No comment

Updated 9 September 2008

Two of the Sunday’s carried the Veitch story today (7 September).

Aren’t there rules around reporting possible/alleged/unproven incidents of this nature?

Veitch hospitalised (Stuff.co.nz)

Ex-lover plea for privacy (Stuff.co.nz)

Veitch in suicide bid (Sunday News)

Fears for Veitch after hospital dash (Herald on Sunday)

Lita (bitsontheside) has an excellent post saying pretty much what I would say, were I not making any comment.

So what are the rules around reporting suicide. The Coroners’ Act makes it difficult, if not impossible for the news media to say too much. Though no one seems sure where the line is, or when it’s been crossed. It’s a legal grey area that relies on self-regulation (which means “little, or no” regulation).

The Australian department of health has developed some resources for journalists, journalism educators and students around the issues of mental health and suicide reporting. Response Ability.

In New Zealand there is this material from SPINZ which contains links to good international sources.

The New Zealand Press Council (representing newspaper owners and management), had this to say in its 2001 Annual Report:

New Zealand’s print media increasingly regard the issue of suicide as one of urgent public interest and a major public health problem. But newspapers and magazines still face what the Press Council has called the “impenetrable thicket” of the Coroners Act 1988, especially Section 29, which deals with suicides. Section 29 says that coroners may provide publicly the basic details of a deceased person’s age, name and occupation, and find that a death was self-inflicted. They have discretion also to release the “manner” of a death, but because of confusion about what that term means, few coroners exercise that power.[Press Council 2001]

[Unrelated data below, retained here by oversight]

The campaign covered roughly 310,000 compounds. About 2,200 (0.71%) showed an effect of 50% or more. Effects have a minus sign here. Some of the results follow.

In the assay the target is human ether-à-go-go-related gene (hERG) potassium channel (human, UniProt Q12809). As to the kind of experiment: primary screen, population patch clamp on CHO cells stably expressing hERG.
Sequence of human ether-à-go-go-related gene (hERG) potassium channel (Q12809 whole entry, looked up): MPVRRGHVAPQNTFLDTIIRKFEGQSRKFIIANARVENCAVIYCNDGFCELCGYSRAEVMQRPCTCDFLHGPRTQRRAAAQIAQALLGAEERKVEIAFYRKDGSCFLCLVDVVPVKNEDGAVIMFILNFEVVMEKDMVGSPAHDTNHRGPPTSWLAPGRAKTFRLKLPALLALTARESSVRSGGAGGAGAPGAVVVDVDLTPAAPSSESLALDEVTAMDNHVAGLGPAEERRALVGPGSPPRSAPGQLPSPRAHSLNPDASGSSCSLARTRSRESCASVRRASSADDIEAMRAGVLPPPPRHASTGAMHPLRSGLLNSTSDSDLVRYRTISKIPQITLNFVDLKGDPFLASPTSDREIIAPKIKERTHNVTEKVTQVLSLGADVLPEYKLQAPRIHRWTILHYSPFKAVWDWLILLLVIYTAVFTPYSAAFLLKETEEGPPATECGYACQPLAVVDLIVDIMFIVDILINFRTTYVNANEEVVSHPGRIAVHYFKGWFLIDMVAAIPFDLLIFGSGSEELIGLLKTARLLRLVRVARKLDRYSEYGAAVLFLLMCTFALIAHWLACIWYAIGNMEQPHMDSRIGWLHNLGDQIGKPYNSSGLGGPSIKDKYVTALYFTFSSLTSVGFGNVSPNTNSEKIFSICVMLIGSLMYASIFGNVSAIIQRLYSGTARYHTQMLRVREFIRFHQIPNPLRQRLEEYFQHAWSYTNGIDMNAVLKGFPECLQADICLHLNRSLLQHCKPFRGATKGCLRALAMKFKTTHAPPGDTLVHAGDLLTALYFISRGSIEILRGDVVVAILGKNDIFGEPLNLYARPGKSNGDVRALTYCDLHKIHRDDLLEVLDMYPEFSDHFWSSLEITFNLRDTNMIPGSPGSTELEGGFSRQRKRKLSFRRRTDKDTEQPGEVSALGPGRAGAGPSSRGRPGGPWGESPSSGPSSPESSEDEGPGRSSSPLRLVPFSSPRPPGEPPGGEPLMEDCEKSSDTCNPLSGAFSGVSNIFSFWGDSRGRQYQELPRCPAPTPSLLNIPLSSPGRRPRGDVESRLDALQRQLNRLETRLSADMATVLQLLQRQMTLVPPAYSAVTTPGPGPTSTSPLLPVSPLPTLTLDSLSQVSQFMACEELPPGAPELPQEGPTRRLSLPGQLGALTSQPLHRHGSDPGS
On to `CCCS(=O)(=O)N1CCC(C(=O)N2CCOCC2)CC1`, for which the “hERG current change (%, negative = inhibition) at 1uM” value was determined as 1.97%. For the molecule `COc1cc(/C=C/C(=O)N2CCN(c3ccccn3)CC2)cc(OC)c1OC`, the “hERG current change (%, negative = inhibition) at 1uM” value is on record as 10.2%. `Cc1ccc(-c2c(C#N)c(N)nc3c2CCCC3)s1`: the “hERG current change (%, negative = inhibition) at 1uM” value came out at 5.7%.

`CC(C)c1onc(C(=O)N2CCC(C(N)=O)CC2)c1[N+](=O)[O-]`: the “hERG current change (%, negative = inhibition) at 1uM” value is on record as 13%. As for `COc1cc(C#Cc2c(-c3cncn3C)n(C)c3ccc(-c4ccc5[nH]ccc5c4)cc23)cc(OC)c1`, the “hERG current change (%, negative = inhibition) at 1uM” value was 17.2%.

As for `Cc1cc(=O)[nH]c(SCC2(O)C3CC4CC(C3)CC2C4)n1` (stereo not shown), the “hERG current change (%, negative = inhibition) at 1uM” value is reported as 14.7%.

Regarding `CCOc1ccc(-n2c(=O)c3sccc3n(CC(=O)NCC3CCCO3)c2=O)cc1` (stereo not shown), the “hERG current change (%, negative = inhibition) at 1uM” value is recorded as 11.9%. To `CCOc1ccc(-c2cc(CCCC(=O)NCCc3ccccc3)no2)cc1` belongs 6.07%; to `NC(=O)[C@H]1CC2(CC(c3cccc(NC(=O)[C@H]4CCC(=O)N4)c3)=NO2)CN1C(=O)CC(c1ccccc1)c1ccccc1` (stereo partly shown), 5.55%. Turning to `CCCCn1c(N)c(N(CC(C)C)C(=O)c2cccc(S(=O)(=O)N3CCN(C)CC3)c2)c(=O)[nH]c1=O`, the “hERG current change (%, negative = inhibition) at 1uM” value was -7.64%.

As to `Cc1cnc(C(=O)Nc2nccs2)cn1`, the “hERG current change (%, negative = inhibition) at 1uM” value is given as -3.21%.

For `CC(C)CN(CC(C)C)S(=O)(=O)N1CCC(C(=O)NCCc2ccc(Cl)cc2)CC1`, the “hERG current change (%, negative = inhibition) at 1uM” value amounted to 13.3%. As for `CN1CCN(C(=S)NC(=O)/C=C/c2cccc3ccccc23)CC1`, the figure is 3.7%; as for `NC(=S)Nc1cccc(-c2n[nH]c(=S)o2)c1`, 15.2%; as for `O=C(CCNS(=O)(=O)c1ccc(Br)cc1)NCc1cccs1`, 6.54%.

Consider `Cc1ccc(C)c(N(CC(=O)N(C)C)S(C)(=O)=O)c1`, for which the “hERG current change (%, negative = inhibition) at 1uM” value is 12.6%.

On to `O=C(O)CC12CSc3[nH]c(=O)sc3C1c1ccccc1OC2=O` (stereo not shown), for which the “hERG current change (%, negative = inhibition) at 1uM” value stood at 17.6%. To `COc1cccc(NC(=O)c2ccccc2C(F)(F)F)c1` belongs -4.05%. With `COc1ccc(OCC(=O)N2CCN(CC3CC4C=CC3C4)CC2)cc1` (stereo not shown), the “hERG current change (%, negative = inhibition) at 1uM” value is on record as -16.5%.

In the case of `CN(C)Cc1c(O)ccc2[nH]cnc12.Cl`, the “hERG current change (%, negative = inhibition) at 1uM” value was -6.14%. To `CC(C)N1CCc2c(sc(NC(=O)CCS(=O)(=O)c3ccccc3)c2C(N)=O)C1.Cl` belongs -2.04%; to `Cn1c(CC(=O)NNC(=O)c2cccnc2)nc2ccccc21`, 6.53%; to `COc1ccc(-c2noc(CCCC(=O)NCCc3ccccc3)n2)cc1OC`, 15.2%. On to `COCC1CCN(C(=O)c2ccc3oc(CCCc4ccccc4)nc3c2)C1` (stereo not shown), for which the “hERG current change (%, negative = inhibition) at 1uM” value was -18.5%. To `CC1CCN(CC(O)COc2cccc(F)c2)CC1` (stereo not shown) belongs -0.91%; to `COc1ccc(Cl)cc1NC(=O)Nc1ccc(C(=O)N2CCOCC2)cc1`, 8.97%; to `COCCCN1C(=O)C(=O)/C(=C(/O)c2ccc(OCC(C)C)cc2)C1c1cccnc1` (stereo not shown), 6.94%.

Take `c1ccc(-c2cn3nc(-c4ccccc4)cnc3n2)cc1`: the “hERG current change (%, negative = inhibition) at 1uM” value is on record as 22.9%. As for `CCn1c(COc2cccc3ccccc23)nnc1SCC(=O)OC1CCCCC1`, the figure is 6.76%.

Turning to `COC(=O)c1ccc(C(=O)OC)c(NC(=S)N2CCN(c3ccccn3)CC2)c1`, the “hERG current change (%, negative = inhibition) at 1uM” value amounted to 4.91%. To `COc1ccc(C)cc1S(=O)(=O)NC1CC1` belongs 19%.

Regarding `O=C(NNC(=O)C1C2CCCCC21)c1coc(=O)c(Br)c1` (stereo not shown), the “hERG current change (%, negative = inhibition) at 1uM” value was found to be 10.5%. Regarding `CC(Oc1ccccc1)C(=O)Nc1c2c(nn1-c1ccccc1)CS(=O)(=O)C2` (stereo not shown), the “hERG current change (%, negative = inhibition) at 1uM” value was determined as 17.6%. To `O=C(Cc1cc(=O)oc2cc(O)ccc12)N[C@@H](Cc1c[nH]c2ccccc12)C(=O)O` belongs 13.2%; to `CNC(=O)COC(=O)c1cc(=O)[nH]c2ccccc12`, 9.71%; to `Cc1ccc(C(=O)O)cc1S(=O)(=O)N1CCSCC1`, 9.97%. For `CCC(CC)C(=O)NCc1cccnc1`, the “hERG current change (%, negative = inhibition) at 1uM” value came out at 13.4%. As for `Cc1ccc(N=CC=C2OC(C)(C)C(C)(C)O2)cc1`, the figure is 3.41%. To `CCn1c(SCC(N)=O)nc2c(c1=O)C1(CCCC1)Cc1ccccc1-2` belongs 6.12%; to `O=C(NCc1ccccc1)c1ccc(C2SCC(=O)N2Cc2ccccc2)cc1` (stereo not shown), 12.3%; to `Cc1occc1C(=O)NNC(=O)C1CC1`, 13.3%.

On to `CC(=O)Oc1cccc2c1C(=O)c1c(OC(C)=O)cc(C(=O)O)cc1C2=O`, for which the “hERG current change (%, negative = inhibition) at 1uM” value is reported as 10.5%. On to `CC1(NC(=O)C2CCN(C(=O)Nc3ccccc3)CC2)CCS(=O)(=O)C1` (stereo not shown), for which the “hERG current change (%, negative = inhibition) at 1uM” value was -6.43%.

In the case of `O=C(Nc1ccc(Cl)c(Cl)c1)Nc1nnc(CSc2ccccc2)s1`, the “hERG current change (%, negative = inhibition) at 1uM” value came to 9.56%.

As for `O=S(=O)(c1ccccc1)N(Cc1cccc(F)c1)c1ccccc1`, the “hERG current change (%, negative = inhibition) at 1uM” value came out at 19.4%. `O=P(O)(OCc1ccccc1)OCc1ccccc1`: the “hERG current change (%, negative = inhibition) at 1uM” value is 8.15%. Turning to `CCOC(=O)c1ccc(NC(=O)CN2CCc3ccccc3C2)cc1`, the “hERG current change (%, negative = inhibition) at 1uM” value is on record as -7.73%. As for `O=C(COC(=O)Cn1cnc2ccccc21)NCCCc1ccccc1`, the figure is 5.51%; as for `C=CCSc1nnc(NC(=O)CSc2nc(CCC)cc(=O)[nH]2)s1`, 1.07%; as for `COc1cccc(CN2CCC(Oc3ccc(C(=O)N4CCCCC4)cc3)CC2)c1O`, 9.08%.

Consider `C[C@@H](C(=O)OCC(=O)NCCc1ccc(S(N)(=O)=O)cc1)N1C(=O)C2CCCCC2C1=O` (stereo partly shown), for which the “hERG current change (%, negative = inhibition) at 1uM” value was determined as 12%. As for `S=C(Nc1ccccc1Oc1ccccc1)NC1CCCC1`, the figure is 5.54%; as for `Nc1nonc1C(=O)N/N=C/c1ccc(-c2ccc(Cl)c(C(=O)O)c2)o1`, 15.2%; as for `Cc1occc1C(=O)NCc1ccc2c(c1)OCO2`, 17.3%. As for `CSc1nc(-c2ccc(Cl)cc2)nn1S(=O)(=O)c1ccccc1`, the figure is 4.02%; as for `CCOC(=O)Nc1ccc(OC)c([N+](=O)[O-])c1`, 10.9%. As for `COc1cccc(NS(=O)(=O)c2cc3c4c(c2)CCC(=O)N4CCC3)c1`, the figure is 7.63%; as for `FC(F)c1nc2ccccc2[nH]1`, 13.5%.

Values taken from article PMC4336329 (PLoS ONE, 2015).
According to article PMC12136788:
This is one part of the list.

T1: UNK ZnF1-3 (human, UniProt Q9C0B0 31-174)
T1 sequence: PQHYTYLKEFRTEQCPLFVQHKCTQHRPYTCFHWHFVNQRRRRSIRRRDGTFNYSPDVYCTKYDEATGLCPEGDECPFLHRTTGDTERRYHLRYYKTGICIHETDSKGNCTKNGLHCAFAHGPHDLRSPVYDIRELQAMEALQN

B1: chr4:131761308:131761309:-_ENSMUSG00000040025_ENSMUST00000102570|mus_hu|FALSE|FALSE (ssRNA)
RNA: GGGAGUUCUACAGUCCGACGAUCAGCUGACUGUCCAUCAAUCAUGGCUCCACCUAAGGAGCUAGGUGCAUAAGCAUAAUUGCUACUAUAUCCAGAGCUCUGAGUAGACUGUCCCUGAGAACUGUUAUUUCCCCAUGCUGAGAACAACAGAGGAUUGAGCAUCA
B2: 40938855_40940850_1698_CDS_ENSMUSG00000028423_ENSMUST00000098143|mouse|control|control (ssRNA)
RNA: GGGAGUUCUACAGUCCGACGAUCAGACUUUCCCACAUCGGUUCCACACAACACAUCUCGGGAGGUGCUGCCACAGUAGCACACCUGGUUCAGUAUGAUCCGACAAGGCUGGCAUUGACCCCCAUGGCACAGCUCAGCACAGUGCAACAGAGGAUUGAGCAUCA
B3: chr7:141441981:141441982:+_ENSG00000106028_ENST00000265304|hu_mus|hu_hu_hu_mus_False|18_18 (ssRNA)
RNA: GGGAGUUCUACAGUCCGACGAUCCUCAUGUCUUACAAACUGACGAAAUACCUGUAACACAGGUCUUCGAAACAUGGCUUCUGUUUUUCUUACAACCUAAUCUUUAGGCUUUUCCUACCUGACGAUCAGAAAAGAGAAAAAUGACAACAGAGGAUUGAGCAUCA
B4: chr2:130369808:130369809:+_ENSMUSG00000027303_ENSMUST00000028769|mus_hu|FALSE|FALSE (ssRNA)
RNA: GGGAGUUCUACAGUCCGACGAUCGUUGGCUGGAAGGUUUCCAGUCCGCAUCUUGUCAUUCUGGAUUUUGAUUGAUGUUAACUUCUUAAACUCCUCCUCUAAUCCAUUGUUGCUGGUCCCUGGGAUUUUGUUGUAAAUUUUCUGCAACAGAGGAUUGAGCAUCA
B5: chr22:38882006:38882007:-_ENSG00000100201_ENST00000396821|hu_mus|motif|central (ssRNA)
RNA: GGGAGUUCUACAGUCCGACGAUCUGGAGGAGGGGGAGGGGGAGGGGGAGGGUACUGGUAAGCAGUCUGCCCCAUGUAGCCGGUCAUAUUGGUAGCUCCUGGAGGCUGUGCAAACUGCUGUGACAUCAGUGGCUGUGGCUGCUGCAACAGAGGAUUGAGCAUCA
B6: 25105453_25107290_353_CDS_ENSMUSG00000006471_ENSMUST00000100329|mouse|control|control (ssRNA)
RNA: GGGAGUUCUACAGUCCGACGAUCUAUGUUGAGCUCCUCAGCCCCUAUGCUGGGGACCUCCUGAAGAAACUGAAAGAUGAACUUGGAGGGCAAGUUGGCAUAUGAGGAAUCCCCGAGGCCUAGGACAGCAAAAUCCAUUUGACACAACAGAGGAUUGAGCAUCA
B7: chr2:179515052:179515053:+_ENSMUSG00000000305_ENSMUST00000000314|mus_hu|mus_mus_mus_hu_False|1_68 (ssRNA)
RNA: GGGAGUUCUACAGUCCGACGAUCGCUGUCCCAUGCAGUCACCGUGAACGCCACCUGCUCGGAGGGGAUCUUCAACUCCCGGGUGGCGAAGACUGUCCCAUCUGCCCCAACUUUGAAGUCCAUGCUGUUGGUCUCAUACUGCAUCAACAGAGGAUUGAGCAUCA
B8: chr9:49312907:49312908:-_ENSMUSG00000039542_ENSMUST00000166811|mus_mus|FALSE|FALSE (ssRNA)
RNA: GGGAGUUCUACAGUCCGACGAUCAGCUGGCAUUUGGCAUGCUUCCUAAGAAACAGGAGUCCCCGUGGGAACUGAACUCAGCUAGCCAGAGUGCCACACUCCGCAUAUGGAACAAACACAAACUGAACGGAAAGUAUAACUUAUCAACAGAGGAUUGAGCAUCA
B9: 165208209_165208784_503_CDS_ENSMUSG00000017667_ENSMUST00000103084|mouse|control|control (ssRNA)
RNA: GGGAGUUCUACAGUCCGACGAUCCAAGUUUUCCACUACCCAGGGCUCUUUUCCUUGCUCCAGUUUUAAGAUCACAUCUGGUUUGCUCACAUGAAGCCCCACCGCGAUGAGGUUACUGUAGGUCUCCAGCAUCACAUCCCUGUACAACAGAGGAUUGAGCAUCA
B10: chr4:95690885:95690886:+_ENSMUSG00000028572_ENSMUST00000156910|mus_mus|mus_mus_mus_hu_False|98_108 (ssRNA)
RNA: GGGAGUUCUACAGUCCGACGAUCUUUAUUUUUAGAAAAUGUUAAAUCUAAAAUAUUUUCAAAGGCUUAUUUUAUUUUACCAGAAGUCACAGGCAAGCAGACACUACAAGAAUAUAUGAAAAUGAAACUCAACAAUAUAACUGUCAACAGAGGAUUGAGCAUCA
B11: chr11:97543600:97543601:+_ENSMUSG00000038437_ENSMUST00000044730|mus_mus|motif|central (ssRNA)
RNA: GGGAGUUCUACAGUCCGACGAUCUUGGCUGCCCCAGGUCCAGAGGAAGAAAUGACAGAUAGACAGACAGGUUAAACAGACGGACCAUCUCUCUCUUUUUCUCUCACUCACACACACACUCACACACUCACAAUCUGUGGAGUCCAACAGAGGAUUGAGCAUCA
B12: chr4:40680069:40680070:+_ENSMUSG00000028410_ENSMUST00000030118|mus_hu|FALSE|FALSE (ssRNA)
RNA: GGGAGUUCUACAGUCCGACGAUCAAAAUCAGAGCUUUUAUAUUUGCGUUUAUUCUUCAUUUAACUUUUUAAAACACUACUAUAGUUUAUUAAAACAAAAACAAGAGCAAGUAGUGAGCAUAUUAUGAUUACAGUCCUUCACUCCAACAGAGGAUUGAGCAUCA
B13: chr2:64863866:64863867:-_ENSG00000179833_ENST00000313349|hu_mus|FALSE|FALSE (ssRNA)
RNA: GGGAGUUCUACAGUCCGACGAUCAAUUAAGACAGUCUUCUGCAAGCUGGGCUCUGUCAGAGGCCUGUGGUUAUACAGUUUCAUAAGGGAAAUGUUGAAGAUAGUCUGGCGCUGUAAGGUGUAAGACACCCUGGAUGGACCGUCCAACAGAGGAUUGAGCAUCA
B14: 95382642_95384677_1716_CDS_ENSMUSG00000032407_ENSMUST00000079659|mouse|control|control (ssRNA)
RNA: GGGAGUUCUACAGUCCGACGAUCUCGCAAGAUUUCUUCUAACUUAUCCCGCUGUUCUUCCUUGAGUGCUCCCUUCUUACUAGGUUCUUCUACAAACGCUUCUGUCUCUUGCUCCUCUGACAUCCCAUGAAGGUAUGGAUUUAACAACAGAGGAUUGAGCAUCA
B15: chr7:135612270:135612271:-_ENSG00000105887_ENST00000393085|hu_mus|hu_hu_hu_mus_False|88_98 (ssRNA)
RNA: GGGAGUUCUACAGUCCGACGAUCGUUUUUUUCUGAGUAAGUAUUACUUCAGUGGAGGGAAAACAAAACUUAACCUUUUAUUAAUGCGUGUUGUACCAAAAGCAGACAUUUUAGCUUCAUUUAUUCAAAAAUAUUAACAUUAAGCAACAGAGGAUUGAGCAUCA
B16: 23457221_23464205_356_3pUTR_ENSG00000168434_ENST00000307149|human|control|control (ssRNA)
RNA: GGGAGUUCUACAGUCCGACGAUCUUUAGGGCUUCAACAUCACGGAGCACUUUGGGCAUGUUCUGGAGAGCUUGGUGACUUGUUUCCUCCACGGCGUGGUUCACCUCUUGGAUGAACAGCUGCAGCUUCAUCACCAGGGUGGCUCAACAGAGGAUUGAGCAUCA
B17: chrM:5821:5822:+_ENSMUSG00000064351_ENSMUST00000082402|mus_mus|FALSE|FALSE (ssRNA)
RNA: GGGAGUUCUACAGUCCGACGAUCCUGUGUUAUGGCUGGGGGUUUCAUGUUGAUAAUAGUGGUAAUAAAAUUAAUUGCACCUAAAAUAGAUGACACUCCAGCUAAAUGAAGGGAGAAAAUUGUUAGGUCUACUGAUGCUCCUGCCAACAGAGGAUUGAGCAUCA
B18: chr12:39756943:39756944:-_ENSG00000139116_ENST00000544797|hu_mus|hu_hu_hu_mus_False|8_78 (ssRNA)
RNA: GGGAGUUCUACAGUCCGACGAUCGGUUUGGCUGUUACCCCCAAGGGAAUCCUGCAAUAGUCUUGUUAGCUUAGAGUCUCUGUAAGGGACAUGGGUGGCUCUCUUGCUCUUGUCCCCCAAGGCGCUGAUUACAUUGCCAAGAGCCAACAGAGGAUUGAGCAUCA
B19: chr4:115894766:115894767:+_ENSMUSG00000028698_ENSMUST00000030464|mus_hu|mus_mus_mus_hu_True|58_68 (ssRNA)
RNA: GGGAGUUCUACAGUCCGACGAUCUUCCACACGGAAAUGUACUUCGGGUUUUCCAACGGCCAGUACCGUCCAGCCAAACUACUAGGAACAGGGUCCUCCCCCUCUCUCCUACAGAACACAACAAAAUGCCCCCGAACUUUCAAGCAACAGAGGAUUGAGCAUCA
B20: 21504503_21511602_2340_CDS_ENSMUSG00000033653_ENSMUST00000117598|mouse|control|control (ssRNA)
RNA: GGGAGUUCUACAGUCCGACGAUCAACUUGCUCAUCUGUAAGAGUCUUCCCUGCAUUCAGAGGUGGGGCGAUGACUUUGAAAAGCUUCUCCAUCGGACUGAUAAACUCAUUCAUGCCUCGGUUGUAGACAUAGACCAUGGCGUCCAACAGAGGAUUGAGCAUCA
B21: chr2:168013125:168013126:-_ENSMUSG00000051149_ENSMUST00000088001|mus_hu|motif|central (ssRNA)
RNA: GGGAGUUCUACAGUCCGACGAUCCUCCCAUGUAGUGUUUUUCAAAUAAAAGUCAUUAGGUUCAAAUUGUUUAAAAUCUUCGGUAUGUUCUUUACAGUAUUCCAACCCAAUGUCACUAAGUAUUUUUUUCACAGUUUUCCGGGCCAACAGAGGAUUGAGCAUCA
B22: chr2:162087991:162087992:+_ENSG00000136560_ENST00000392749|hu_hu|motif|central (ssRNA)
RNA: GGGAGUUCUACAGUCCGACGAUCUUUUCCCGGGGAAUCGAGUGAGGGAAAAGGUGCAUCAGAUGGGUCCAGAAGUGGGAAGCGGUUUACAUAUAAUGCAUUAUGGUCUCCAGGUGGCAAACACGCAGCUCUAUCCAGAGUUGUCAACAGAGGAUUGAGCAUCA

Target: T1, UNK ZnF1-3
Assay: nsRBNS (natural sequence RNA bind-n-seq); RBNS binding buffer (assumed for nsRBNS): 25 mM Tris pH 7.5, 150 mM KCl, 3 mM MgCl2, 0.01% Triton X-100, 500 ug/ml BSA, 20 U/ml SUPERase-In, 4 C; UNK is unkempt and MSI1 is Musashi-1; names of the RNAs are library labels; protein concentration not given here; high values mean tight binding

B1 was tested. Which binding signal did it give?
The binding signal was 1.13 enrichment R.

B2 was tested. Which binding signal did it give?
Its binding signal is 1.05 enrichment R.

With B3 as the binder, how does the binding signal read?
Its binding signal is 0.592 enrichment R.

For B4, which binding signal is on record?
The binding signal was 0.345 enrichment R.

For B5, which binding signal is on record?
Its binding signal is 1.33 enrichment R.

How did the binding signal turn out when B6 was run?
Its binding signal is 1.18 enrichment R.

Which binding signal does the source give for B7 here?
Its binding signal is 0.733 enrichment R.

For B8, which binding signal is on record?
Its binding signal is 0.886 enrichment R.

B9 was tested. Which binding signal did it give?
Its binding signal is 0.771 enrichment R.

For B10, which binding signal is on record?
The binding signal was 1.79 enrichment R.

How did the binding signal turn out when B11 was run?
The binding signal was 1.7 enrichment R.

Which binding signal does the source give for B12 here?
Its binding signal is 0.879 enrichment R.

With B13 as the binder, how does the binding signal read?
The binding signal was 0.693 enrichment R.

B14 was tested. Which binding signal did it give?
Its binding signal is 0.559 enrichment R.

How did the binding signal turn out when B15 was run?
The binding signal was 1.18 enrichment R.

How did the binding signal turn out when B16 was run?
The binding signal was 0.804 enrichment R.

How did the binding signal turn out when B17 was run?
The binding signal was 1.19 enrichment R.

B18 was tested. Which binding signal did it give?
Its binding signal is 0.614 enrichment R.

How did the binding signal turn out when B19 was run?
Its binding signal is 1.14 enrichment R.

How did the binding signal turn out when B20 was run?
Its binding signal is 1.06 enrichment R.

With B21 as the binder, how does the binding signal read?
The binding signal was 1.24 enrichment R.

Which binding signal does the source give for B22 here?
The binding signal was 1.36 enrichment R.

It’s interresting to note that this paragraph, word for word, is also printed in the 2005 Press Council Annual Report. In 2005, Jim Tully at the University of Canterbury was to draw up some guidelines and protocols for the media reporting of suicide,

In the 2008-2011 MoH Suicide Prevention action plan, there is this:

A number of approaches, including developing media guidelines, have been implemented internationally and in New Zealand to minimise the risk of harm from suicide reporting and portrayal. In New Zealand, the Ministry of Health has produced guidance to the media, and more recently a ‘mediaowned’
protocol has been developed by media organisations to provide guidance on safe reporting of suicide. It is essential that guidelines or protocols and other initiatives are developed and implemented as a collaborative effort between people working in the media and those working in suicide prevention.

The plan was launched in March 2008 by Jim Anderton, there are no guidelines in it.

Sorry, but after about 40 minutes of searching, i couldn’t find the MoH protocols. I did find this in a report by Jim Tully and Nadia Elsaka on Suicide and the Media from 2004:

4.2 Recommendations
The key recommendations are:
1. Mental health professionals should initiate a continuing dialogue with key industry
stakeholders based on mutual respect for each other’s views. A symposium on